This is a tricky one to solve for a third-party iOS app: if you append content from the Bear extension to the same note from multiple devices, when you’ll open the app you’ll likely be presented with a conflicted copy of that note. Saving links and images with the Bear extension. Bear can’t start an upload when a note changes because of the app’s sharing extension, which leaves the developers to implement a merge feature that intelligently merges the content appended from two different devices running Bear. And Shiny Frog tells me that such merge function hasn’t been built into Bear yet, which may lead to conflicted copies if Bear can’t reconcile changes to the same note happened at different times on different devices. This is worse than Apple Notes, which also has an extension that can append content to existing notes, but which can merge changes to the same note without creating a conflicted copy. To overcome this limitation, I’ve been using the Bear URL scheme to append content to a note and launch the app afterwards (thus triggering a sync), but it’s not ideal, and Notes’ merge implementation is vastly superior.
There are two other notable missing features from Notes: Bear doesn’t display rich preview snippets for links (they only show a title with no description or image), and there’s no drawing mode to create sketches. Saving links in Bear and Notes with the apps’ share extensions. I can live without a sketching mode in my note-taking app (though Notes’ drawing mode is extremely useful and quite the technical feat), but the lack of rich link previews is harder to accept. After seeing rich links in Notes and iMessage, it’s difficult to go back to regular links.
Bear can’t lock individual notes behind Touch ID or a password. Touch ID authentication on a note-by-note basis is one of my favorite Apple Notes features, and I hope Shiny Frog will consider adding this option soon.
Surprisingly, Bear doesn’t feature any 3D Touch quick actions on the Home screen or support for peek and pop to preview and open notes. My reliance on 3D Touch has increased over the past year, and I would have liked to see Bear adopting the technology to speed up note creation and access to my favorite notes. I’d especially like to see customizable Home screen quick actions to create a note, open a specific note or tag, and start a search.
I came across a few bugs in the beta version of Bear I tested before launch. Embedding a video as a file picked from a document provider would often crash the app when trying to play the video. Occasionally, the copy & paste menu wouldn’t appear upon tapping once in an empty text area. And, text selection – particularly when editing tags and headers – would often get stuck or scroll in an unpredictable way. I’m expecting the developers to fix these problems in the next few updates.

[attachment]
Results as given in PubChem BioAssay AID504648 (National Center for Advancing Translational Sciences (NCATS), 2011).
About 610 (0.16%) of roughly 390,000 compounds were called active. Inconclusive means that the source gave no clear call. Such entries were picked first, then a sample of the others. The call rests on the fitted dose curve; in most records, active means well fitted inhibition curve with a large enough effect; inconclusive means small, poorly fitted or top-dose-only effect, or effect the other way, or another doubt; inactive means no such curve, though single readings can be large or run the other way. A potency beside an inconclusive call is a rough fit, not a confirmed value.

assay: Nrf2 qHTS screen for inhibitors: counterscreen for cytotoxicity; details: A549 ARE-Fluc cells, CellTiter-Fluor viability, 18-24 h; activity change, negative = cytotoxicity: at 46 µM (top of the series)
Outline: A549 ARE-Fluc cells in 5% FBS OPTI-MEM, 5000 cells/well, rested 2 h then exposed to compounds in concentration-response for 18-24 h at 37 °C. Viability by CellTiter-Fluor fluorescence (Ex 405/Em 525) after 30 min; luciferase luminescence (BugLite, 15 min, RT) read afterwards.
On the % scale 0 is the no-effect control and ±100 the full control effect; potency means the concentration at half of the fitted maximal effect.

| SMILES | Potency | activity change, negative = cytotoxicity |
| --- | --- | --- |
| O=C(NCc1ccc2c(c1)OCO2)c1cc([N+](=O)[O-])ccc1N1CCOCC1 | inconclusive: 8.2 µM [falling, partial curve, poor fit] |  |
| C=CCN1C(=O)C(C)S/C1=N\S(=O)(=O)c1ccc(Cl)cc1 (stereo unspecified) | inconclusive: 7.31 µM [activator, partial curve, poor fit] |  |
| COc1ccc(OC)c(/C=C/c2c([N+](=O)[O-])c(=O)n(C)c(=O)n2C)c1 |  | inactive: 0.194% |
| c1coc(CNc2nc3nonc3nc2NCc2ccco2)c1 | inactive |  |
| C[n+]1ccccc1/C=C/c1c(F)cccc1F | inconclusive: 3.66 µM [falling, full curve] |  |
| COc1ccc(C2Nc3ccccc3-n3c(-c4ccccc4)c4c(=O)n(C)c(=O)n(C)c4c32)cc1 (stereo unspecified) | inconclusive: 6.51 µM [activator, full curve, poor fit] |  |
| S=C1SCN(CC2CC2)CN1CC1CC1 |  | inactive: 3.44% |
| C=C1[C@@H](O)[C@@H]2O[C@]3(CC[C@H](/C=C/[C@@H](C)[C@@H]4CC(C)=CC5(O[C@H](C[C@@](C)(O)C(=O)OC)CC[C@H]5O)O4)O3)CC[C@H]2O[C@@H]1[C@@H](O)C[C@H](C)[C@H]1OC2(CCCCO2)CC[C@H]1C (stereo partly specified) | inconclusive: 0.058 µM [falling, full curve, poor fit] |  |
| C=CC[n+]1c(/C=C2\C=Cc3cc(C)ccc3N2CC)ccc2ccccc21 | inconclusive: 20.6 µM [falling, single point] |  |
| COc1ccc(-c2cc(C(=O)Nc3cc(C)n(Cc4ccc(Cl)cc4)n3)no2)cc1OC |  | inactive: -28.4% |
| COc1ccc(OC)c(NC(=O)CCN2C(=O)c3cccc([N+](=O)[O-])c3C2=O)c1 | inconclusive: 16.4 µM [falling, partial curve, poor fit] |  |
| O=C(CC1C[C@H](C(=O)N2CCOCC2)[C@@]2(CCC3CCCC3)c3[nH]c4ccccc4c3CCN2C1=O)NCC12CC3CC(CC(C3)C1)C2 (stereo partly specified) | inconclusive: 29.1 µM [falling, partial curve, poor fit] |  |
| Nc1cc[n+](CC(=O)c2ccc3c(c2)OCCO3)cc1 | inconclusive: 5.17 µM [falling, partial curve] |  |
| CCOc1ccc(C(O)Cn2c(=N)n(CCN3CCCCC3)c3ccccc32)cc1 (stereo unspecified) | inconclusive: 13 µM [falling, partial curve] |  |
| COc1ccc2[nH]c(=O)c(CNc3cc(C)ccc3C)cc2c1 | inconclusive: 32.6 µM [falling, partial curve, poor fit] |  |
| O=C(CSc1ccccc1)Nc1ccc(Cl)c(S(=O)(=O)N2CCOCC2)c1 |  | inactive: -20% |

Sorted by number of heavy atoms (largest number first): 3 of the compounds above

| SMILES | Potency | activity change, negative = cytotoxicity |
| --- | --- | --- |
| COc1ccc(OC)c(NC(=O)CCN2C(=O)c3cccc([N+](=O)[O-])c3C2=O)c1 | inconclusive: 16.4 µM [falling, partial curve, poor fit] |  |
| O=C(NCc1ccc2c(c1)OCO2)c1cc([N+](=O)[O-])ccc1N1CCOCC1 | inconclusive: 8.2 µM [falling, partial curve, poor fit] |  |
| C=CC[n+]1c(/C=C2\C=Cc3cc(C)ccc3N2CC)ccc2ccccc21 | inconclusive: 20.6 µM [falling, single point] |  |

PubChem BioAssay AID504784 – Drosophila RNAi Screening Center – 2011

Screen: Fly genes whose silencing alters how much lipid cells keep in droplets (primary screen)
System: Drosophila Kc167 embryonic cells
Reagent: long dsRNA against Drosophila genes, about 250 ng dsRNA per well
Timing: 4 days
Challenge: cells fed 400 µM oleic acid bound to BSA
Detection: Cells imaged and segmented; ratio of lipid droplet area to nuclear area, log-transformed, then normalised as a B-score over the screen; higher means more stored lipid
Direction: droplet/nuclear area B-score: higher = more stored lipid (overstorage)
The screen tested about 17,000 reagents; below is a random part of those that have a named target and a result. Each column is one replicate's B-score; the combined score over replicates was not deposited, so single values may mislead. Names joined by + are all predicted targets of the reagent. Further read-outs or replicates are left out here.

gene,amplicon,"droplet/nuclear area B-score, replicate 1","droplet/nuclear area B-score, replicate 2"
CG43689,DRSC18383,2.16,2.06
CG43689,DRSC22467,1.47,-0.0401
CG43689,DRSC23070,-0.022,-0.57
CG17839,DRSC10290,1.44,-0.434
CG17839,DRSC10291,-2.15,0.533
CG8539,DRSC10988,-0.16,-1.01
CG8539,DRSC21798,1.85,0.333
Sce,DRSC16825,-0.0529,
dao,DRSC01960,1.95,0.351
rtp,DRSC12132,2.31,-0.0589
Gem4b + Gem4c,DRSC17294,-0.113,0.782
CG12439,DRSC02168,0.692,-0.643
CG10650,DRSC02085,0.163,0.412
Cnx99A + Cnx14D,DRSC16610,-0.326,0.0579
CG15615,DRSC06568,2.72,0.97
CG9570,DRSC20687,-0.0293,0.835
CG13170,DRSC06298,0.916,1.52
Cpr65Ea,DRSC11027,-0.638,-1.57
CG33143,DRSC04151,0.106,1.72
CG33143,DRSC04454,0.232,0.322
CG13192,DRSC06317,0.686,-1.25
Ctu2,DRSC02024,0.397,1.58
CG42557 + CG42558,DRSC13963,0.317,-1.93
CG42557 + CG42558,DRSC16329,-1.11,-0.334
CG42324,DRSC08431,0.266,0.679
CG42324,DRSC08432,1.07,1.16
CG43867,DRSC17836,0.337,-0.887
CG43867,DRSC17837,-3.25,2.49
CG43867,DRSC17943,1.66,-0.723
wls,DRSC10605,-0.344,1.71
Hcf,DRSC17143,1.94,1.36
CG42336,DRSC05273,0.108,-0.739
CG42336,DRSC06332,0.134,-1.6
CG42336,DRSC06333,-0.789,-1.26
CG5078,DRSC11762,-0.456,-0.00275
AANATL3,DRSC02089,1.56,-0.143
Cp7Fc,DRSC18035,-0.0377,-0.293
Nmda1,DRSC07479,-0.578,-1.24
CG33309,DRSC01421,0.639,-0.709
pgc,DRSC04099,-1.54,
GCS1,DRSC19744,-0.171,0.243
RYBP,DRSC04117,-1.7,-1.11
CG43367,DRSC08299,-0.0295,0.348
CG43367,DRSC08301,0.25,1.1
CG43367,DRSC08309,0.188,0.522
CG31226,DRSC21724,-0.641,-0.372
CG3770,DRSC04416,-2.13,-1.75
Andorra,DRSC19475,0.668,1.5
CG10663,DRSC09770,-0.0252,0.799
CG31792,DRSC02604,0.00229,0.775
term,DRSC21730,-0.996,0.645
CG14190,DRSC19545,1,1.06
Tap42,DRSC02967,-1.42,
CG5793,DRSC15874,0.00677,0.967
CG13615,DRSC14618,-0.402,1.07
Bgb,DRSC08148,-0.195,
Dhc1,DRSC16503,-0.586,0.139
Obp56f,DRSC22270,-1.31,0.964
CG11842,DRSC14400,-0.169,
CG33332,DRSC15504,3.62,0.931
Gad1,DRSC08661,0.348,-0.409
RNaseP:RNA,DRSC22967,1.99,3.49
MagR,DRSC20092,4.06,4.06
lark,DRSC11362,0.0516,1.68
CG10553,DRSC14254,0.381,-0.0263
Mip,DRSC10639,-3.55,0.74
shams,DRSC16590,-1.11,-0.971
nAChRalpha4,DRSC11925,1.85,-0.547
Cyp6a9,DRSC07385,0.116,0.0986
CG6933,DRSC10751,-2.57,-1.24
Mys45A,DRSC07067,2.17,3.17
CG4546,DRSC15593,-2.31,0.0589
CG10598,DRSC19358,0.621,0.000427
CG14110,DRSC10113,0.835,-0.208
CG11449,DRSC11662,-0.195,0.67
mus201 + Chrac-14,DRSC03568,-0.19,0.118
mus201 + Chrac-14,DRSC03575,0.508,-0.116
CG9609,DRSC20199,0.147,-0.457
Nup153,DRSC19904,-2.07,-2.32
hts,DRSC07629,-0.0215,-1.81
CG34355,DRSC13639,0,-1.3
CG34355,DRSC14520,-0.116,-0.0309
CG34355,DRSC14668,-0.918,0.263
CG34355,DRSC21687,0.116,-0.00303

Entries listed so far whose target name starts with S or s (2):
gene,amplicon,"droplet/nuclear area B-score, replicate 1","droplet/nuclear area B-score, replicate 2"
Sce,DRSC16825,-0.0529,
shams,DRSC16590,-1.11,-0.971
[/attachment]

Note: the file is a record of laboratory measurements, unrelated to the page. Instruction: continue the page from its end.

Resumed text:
Bear offers a great selection of advanced options, but those features can’t be reordered or customized for faster access. You can’t select a default export type for the share icon at the top; you can’t reorder exporting options based on usage (I would like to have Markdown first); and, you can’t reorder buttons in the extra keyboard row. I like it when an app caters to power users, but having dozens of options also implies having extensive customization built-in, and Bear doesn’t deliver on this.
Since the first beta of iOS 9 in June 2015, I have changed my daily iOS workflow to accommodate Apple Notes in both features and limitations. However, now that I’ve split my notes between collaborative (Trello) and personal ones, the allure of Bear’s Markdown support and power user features is impossible to ignore. I haven’t decided if I’m going to become an annual Bear subscriber yet, but I’m willing to pay for a few months and see how quickly Shiny Frog can iterate on version 1.0 of the app.
One of the most impressive app debuts of the year. Comparisons with Apple Notes aside, Bear stands on its own as one of the most impressive app debuts of the year. Shiny Frog has managed to build a note-taking app that tastefully balances elegance and advanced features – an app that can be used without its deeper options and still be superior to Notes in many ways, but also a power user tool that unlocks more flexibility than Apple Notes. It’s great to see an indie developer like Shiny Frog can still ship a noteworthy alternative to an Apple app on both iOS and macOS. Bear is the best new competitor to Apple Notes for iOS and Mac users, and because it’s a free download, I recommend taking it for a spin. I have a feeling that Bear’s Markdown integration and automation features will make me save a lot of time every day.